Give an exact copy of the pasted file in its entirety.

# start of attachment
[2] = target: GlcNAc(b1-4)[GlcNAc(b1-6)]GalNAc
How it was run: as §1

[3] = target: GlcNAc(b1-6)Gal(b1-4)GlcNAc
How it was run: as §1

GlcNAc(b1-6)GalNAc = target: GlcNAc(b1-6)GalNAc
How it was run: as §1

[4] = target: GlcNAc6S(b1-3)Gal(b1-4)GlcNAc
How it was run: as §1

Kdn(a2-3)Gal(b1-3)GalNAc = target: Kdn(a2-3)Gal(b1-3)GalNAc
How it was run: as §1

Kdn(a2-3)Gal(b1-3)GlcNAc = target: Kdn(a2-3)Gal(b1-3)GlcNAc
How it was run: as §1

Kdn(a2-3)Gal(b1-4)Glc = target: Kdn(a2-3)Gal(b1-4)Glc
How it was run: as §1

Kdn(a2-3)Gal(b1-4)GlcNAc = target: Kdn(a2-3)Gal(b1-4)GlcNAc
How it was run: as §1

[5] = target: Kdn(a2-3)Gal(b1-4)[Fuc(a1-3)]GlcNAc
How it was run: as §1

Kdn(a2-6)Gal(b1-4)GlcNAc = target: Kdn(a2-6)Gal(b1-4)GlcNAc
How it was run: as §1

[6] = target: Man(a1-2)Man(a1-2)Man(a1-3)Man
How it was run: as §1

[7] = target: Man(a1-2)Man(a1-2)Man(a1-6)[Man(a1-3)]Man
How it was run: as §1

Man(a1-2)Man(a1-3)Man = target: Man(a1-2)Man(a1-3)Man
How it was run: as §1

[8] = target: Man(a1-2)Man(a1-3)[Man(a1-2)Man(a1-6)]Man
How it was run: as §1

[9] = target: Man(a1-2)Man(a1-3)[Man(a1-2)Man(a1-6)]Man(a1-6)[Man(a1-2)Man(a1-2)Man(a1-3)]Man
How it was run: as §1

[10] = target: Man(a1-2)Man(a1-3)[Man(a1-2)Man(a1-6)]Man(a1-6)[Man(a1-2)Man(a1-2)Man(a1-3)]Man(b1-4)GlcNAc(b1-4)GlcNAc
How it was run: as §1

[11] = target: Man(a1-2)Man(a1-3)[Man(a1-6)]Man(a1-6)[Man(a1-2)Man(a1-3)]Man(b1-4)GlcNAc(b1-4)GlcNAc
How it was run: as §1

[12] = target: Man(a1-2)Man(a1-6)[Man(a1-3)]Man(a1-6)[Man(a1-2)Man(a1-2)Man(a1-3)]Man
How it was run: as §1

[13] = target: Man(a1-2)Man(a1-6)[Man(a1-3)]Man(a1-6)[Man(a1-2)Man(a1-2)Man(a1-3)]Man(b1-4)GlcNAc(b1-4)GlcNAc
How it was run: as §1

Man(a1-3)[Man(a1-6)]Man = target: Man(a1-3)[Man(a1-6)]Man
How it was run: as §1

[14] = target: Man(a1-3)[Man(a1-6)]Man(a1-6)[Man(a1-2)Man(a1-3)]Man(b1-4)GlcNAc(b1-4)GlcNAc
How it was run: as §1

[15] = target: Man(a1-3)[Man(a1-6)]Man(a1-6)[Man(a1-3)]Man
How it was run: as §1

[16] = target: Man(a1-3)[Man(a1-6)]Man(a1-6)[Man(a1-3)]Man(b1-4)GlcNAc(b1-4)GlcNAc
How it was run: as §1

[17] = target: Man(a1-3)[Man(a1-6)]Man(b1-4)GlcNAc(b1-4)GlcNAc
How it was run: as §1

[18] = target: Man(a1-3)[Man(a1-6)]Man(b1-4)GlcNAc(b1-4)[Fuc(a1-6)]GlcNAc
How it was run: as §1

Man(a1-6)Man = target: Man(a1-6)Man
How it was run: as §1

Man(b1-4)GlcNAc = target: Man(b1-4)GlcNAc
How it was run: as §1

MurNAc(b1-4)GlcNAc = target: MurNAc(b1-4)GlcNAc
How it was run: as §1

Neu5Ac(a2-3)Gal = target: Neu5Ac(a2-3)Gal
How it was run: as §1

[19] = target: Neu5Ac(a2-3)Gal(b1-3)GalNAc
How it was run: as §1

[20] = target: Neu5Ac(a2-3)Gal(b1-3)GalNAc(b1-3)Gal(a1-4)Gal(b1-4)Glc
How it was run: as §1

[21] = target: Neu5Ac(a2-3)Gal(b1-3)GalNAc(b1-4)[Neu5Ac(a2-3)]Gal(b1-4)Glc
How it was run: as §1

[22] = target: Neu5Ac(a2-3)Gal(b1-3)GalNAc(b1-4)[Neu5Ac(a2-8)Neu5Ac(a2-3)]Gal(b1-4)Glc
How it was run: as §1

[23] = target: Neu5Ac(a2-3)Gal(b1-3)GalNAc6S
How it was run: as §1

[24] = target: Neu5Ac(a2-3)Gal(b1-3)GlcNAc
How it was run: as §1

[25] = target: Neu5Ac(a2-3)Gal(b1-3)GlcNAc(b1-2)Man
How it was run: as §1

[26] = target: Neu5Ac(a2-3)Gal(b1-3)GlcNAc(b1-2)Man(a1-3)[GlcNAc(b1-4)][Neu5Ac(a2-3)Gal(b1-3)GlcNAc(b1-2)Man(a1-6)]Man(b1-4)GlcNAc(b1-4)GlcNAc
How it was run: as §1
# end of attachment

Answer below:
[2] = target: GlcNAc(b1-4)[GlcNAc(b1-6)]GalNAc
How it was run: as §1

[3] = target: GlcNAc(b1-6)Gal(b1-4)GlcNAc
How it was run: as §1

GlcNAc(b1-6)GalNAc = target: GlcNAc(b1-6)GalNAc
How it was run: as §1

[4] = target: GlcNAc6S(b1-3)Gal(b1-4)GlcNAc
How it was run: as §1

Kdn(a2-3)Gal(b1-3)GalNAc = target: Kdn(a2-3)Gal(b1-3)GalNAc
How it was run: as §1

Kdn(a2-3)Gal(b1-3)GlcNAc = target: Kdn(a2-3)Gal(b1-3)GlcNAc
How it was run: as §1

Kdn(a2-3)Gal(b1-4)Glc = target: Kdn(a2-3)Gal(b1-4)Glc
How it was run: as §1

Kdn(a2-3)Gal(b1-4)GlcNAc = target: Kdn(a2-3)Gal(b1-4)GlcNAc
How it was run: as §1

[5] = target: Kdn(a2-3)Gal(b1-4)[Fuc(a1-3)]GlcNAc
How it was run: as §1

Kdn(a2-6)Gal(b1-4)GlcNAc = target: Kdn(a2-6)Gal(b1-4)GlcNAc
How it was run: as §1

[6] = target: Man(a1-2)Man(a1-2)Man(a1-3)Man
How it was run: as §1

[7] = target: Man(a1-2)Man(a1-2)Man(a1-6)[Man(a1-3)]Man
How it was run: as §1

Man(a1-2)Man(a1-3)Man = target: Man(a1-2)Man(a1-3)Man
How it was run: as §1

[8] = target: Man(a1-2)Man(a1-3)[Man(a1-2)Man(a1-6)]Man
How it was run: as §1

[9] = target: Man(a1-2)Man(a1-3)[Man(a1-2)Man(a1-6)]Man(a1-6)[Man(a1-2)Man(a1-2)Man(a1-3)]Man
How it was run: as §1

[10] = target: Man(a1-2)Man(a1-3)[Man(a1-2)Man(a1-6)]Man(a1-6)[Man(a1-2)Man(a1-2)Man(a1-3)]Man(b1-4)GlcNAc(b1-4)GlcNAc
How it was run: as §1

[11] = target: Man(a1-2)Man(a1-3)[Man(a1-6)]Man(a1-6)[Man(a1-2)Man(a1-3)]Man(b1-4)GlcNAc(b1-4)GlcNAc
How it was run: as §1

[12] = target: Man(a1-2)Man(a1-6)[Man(a1-3)]Man(a1-6)[Man(a1-2)Man(a1-2)Man(a1-3)]Man
How it was run: as §1

[13] = target: Man(a1-2)Man(a1-6)[Man(a1-3)]Man(a1-6)[Man(a1-2)Man(a1-2)Man(a1-3)]Man(b1-4)GlcNAc(b1-4)GlcNAc
How it was run: as §1

Man(a1-3)[Man(a1-6)]Man = target: Man(a1-3)[Man(a1-6)]Man
How it was run: as §1

[14] = target: Man(a1-3)[Man(a1-6)]Man(a1-6)[Man(a1-2)Man(a1-3)]Man(b1-4)GlcNAc(b1-4)GlcNAc
How it was run: as §1

[15] = target: Man(a1-3)[Man(a1-6)]Man(a1-6)[Man(a1-3)]Man
How it was run: as §1

[16] = target: Man(a1-3)[Man(a1-6)]Man(a1-6)[Man(a1-3)]Man(b1-4)GlcNAc(b1-4)GlcNAc
How it was run: as §1

[17] = target: Man(a1-3)[Man(a1-6)]Man(b1-4)GlcNAc(b1-4)GlcNAc
How it was run: as §1

[18] = target: Man(a1-3)[Man(a1-6)]Man(b1-4)GlcNAc(b1-4)[Fuc(a1-6)]GlcNAc
How it was run: as §1

Man(a1-6)Man = target: Man(a1-6)Man
How it was run: as §1

Man(b1-4)GlcNAc = target: Man(b1-4)GlcNAc
How it was run: as §1

MurNAc(b1-4)GlcNAc = target: MurNAc(b1-4)GlcNAc
How it was run: as §1

Neu5Ac(a2-3)Gal = target: Neu5Ac(a2-3)Gal
How it was run: as §1

[19] = target: Neu5Ac(a2-3)Gal(b1-3)GalNAc
How it was run: as §1

[20] = target: Neu5Ac(a2-3)Gal(b1-3)GalNAc(b1-3)Gal(a1-4)Gal(b1-4)Glc
How it was run: as §1

[21] = target: Neu5Ac(a2-3)Gal(b1-3)GalNAc(b1-4)[Neu5Ac(a2-3)]Gal(b1-4)Glc
How it was run: as §1

[22] = target: Neu5Ac(a2-3)Gal(b1-3)GalNAc(b1-4)[Neu5Ac(a2-8)Neu5Ac(a2-3)]Gal(b1-4)Glc
How it was run: as §1

[23] = target: Neu5Ac(a2-3)Gal(b1-3)GalNAc6S
How it was run: as §1

[24] = target: Neu5Ac(a2-3)Gal(b1-3)GlcNAc
How it was run: as §1

[25] = target: Neu5Ac(a2-3)Gal(b1-3)GlcNAc(b1-2)Man
How it was run: as §1

[26] = target: Neu5Ac(a2-3)Gal(b1-3)GlcNAc(b1-2)Man(a1-3)[GlcNAc(b1-4)][Neu5Ac(a2-3)Gal(b1-3)GlcNAc(b1-2)Man(a1-6)]Man(b1-4)GlcNAc(b1-4)GlcNAc
How it was run: as §1